The danger of being even slightly off course

Heading in the general direction of where you want to go is not only disappointing but dangerous.

Mount Rainier is a massive stratovolcano located 54 miles southeast of Seattle in the state of Washington here in the United States. It is a very prominent mountain with a summit elevation of 14,411 feet. It is also considered one of the most dangerous volcanoes in the world because of its large amount of glacial ice.

Only 4 paths, each with a very different level of difficulty, lead to the summit. But there are hundreds of paths, heading in the general direction of the peak, that lead to dead ends, cliffs, avalanche prone glaciers, and ultimately…

…a high risk of death!  

Obviously, heading in the general direction of the summit is not good enough. And the real danger is being unaware that you’re off course. Even on a wrong path the terrain looks familiar and you can still see the summit.

Most of us are not heading in the opposite direction of pursuing God to live in His Kingdom and because we are heading in the general direction we are lulled into thinking that we will one day get there, but this may not be the case.

“Not everyone who calls out to me, ‘Lord! Lord!’ will enter the Kingdom of Heaven. Only those who actually do the will of my Father in heaven will enter. On judgment day many will say to me, ‘Lord! Lord! We prophesied in your name and cast out demons in your name and performed many miracles in your name.’ But I will reply, ‘I never knew you. Get away from me, you who break God’s laws.’” ~ Matthew 7:21-23 (NLT)

This is not about getting everything in life perfect because that’s impossible and would negate our need for God’s grace. This is about people who participate in certain godly activities but fail to live fully surrendered to Jesus as Lord.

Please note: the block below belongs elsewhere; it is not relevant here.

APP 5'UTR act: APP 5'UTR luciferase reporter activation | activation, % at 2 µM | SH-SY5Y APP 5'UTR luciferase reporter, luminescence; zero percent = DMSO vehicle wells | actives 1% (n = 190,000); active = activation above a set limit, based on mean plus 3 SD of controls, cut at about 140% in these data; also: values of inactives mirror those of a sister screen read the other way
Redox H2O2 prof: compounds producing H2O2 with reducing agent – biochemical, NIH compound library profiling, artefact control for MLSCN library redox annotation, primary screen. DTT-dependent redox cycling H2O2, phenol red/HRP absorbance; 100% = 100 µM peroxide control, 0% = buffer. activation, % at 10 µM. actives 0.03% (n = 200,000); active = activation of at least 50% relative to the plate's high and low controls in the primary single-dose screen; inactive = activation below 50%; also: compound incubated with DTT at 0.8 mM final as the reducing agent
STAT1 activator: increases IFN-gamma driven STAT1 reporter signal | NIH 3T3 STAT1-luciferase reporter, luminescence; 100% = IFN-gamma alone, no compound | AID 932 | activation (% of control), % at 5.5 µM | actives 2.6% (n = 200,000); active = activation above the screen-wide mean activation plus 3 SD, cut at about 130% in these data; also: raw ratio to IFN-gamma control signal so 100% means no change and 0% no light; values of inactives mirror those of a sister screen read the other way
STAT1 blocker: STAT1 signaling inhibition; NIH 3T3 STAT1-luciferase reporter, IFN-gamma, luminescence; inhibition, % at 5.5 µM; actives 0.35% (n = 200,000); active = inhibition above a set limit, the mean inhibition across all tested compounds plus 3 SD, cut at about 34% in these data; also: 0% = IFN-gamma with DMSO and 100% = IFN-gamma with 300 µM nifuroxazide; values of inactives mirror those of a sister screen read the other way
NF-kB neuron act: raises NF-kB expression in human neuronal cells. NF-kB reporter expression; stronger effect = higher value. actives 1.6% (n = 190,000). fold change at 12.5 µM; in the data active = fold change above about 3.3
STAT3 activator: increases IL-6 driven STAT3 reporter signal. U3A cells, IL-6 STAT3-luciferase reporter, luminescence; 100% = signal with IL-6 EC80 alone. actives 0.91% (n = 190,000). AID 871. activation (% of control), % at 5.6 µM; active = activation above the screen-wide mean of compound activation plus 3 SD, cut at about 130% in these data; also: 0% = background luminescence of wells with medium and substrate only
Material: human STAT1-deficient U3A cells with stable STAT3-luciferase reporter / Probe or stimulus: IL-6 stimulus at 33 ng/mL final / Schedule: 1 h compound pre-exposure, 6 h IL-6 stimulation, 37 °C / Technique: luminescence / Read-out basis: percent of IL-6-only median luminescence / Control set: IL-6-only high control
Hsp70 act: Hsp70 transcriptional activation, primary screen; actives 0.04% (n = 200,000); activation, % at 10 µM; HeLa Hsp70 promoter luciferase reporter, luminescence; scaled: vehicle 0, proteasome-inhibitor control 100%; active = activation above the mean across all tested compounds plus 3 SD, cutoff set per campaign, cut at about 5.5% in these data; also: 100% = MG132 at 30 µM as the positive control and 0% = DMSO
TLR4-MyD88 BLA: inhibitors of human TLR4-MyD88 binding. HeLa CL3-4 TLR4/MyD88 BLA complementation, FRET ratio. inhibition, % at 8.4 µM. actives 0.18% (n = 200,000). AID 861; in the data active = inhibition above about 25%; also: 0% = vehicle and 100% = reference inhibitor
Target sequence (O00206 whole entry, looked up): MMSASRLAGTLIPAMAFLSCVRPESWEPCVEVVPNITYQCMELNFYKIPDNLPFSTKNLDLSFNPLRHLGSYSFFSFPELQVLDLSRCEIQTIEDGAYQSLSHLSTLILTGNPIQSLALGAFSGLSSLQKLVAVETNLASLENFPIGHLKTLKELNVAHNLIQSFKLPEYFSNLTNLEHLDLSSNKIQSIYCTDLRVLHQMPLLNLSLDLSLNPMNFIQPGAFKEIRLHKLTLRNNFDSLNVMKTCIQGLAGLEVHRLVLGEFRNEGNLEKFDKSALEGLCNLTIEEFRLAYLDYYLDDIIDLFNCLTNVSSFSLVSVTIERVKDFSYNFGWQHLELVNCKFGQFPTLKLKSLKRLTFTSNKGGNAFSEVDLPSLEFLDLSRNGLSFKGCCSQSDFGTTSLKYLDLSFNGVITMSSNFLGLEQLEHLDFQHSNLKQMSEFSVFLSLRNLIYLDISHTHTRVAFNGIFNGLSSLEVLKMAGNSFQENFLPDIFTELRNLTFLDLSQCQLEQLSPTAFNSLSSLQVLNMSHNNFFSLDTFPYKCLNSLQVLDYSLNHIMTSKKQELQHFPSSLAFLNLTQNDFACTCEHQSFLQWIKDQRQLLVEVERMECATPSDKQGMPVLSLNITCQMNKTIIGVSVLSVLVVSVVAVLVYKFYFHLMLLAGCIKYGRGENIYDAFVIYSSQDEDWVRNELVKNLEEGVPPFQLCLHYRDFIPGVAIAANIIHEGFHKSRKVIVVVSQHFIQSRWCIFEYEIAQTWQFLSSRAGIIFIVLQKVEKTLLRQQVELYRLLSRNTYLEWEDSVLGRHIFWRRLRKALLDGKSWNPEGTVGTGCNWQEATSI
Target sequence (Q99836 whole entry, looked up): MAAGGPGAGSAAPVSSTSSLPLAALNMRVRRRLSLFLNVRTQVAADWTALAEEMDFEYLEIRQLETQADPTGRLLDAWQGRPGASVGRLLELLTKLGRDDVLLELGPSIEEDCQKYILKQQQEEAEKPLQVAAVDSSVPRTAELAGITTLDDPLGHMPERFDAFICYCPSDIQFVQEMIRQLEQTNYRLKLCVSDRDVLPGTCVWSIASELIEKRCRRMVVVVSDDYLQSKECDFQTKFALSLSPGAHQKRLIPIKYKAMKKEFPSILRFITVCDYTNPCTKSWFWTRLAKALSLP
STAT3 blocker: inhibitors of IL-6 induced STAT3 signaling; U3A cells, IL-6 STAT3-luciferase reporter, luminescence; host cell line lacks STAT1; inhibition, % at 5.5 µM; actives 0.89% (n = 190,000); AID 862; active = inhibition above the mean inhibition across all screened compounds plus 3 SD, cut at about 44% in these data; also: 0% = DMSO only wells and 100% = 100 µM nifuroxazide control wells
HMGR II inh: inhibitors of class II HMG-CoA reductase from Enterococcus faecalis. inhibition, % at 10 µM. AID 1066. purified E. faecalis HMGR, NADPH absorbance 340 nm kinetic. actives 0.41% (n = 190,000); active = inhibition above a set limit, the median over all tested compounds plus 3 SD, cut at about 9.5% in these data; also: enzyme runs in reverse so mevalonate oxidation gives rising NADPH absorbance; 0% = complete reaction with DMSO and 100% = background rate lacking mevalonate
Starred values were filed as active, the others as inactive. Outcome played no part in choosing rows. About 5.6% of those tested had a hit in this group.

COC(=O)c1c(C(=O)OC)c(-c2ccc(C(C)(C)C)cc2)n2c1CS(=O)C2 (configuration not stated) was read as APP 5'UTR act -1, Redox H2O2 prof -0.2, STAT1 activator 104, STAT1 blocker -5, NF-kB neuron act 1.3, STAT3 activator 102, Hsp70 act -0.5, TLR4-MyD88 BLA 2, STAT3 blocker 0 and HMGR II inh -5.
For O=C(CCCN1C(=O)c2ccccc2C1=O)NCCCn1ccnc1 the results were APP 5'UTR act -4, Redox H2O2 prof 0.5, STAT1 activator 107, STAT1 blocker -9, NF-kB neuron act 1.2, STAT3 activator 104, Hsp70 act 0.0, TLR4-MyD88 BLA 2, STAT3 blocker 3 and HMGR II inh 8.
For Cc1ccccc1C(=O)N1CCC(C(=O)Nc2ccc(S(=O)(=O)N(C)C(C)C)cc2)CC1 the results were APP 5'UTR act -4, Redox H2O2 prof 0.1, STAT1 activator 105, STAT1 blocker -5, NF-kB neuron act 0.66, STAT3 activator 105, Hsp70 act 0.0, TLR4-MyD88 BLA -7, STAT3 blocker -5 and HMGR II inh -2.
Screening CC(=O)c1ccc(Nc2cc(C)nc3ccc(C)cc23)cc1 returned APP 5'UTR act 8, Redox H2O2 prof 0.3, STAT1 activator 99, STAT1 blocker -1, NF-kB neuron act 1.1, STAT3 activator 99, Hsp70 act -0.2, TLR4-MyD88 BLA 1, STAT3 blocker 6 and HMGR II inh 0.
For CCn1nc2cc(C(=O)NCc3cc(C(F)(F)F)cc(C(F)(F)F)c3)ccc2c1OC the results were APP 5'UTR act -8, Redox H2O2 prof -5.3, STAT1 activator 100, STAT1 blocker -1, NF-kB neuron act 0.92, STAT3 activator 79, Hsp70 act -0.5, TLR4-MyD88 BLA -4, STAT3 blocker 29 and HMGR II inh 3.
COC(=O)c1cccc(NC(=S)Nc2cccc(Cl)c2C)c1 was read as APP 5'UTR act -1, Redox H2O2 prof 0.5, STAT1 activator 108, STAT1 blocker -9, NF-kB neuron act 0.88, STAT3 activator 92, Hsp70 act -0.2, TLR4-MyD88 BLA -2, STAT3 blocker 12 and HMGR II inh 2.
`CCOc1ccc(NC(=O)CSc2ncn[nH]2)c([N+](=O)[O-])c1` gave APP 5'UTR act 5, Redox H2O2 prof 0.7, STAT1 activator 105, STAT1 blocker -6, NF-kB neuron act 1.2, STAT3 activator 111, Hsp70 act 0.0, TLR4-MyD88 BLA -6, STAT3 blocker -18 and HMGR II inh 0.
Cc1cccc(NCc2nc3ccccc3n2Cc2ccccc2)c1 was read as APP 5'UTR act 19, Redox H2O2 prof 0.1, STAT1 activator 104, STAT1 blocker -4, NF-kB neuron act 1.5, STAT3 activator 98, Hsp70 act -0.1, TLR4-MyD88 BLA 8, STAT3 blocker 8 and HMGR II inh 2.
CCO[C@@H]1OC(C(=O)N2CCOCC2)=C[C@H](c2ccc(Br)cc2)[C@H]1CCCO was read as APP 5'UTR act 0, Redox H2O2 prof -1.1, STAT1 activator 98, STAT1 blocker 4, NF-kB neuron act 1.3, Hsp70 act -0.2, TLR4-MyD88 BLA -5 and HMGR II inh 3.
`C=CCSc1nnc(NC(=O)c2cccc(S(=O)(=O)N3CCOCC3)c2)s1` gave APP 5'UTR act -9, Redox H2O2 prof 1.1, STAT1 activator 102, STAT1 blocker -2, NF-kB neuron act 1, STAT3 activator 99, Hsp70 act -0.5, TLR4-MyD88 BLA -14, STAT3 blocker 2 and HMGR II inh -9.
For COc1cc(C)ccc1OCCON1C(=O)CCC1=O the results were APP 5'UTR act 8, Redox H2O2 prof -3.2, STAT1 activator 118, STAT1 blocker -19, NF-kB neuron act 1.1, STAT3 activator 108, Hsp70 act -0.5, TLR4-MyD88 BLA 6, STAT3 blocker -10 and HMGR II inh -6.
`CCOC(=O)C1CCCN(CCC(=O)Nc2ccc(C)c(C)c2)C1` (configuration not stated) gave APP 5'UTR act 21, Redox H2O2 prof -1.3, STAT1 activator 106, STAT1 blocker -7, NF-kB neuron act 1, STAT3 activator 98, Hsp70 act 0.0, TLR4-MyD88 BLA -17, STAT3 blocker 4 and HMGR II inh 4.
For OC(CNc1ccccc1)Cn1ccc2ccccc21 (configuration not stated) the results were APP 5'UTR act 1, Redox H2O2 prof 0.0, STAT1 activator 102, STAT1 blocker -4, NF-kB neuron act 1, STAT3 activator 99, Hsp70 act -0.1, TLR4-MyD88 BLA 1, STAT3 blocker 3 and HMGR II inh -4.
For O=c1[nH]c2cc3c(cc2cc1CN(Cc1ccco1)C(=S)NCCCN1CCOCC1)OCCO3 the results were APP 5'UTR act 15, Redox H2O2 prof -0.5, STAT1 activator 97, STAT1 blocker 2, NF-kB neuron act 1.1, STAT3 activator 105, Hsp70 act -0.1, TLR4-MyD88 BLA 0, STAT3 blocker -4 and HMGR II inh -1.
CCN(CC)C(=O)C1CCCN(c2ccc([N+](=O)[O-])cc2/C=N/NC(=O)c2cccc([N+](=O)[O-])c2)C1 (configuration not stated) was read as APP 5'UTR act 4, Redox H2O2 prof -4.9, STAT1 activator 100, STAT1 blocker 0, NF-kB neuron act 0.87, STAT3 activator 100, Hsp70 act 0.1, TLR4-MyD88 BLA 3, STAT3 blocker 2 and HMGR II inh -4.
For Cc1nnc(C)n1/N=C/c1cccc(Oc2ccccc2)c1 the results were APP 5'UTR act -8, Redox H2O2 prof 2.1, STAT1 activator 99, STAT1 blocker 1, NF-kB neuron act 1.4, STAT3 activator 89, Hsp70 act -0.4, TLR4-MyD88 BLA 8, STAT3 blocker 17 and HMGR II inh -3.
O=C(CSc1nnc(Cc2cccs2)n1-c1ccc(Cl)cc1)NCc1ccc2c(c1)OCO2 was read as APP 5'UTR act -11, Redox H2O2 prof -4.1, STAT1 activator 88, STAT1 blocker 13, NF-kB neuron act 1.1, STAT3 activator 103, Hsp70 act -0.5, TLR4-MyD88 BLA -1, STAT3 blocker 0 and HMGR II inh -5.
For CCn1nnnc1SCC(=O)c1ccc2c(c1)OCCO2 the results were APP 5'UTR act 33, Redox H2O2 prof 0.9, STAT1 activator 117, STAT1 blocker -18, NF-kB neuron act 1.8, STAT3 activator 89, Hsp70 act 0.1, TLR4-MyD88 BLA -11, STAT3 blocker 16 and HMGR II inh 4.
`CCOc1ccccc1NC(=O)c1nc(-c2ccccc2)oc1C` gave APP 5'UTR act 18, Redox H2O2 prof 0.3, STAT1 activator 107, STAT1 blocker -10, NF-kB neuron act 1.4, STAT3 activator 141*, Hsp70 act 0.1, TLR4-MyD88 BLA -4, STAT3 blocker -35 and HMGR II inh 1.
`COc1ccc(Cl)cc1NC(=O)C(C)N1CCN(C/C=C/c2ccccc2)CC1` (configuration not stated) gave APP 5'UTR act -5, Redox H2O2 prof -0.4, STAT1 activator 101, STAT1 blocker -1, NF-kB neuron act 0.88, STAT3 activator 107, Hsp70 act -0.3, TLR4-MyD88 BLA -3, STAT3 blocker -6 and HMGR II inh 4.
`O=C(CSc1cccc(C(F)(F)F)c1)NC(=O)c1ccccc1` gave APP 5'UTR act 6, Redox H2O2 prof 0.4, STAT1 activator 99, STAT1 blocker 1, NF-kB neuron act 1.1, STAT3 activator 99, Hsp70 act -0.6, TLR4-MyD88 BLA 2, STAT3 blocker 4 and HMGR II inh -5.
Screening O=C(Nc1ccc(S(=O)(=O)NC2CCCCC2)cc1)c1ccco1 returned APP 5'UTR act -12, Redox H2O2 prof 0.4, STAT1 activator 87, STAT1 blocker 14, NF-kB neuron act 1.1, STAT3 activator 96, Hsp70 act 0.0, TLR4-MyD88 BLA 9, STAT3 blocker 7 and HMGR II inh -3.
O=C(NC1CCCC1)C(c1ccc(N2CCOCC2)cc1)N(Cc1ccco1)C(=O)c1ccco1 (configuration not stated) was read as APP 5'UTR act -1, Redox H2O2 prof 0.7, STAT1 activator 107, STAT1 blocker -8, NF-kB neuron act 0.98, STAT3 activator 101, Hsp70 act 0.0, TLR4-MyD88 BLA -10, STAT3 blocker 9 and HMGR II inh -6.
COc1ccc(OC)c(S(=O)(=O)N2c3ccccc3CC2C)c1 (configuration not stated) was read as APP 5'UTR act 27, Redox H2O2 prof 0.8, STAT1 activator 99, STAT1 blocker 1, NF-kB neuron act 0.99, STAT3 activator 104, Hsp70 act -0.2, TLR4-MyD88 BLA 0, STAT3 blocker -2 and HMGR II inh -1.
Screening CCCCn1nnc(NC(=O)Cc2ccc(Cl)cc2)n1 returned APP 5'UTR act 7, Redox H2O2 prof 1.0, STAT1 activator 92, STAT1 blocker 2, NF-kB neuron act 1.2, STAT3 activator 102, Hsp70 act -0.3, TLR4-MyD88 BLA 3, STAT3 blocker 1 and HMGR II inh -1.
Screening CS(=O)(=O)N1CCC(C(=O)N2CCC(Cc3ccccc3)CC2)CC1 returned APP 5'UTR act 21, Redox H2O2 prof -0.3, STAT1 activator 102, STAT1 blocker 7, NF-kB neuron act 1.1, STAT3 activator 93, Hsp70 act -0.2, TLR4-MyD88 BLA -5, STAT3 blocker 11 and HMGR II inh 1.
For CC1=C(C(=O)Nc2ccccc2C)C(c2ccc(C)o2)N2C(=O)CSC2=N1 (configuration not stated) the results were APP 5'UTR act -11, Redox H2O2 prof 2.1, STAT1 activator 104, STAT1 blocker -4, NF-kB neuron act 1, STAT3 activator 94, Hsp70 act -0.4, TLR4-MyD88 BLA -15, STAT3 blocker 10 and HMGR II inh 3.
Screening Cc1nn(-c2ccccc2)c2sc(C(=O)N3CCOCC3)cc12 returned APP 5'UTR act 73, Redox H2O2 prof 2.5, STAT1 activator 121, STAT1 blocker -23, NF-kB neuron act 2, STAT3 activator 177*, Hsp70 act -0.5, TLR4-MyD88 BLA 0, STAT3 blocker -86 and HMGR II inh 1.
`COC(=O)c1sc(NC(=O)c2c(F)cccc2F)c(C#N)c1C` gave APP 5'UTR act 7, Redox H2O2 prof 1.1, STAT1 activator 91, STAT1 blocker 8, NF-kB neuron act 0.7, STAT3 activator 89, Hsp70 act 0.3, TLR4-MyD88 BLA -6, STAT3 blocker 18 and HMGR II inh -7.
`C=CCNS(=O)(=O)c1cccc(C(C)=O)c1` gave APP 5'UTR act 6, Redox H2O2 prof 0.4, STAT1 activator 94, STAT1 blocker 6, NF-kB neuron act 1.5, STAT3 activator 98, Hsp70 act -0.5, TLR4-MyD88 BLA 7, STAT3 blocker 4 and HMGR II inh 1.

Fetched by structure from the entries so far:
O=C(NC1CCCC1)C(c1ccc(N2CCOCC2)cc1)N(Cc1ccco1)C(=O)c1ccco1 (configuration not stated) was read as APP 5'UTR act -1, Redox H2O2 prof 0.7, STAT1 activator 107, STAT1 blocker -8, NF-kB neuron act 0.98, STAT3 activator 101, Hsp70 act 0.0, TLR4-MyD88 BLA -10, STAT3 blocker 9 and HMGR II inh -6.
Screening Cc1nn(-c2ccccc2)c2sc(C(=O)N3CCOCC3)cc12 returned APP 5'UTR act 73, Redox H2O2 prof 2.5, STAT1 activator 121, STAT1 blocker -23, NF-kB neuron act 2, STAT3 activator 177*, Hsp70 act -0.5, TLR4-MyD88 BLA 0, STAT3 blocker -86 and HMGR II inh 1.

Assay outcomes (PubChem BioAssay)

We can attend church, throw something into the offering, read the Bible and even participate in good activities or projects with other christians – things familiar to us – but that doesn’t mean we’re on course with pursuing God.

The key to avoiding the wrong paths up Mt. Rainier and staying on the right path is consistent interaction with a trained, experienced guide. Our guide through life is Jesus and the indwelling Holy Spirit. Staying on course goes beyond familiar activities to actually doing life daily in consistent interaction with Jesus and the Holy Spirit.

It’s an awareness of their divine presence that we grow into as we interact – asking and listening – through prayer.

The apostle Paul encouraged us to “pray without ceasing because he understood that we can live in constant fellowship with God through prayer. He is with us in everywhere, always – as we get ready in the morning, as we drive down the road, as we go about every activity of an ordinary day.

How are you doing at pursuing greater intimacy with the Lord and living in daily fellowship with Him?

© Richard Alvey and iLife Journey, 2012. All rights reserved.



Filed under Christianity, Determination, Discipleship, Divine presence, God, God's Will, Holy Spirit, intimacy with the Lord, Jesus, Kingdom of God, Surrender

2 responses to “The danger of being even slightly off course

  1. My dad has talked about navigating by boat from Long Beach to Catalina Island. He said that If you made the exact correction for channel drift (the ocean current) you could sail in the fog and still hit the rocks at Avalon. Fail to correct for the drift or miss it even by one degree and you would miss the island altogether.
    This reminds me of the scripture that tells us that there is a way that seems right to man, but leads in death. Merely sailing in the magneto direction of the island without adjusting for other factors, such as the current, can be disastrous.
    I think that’s why Jesus tells us the path to life is “narrow.” it certainly isn’t easy. It is nevertheless rewarding.

    • Navigating through fog and arriving at your destination is amazing, what a great illustration! I’ve always been intrigued by navigating in the nautical world. And the scripture you mentioned is a great addition! Thanks Todd!

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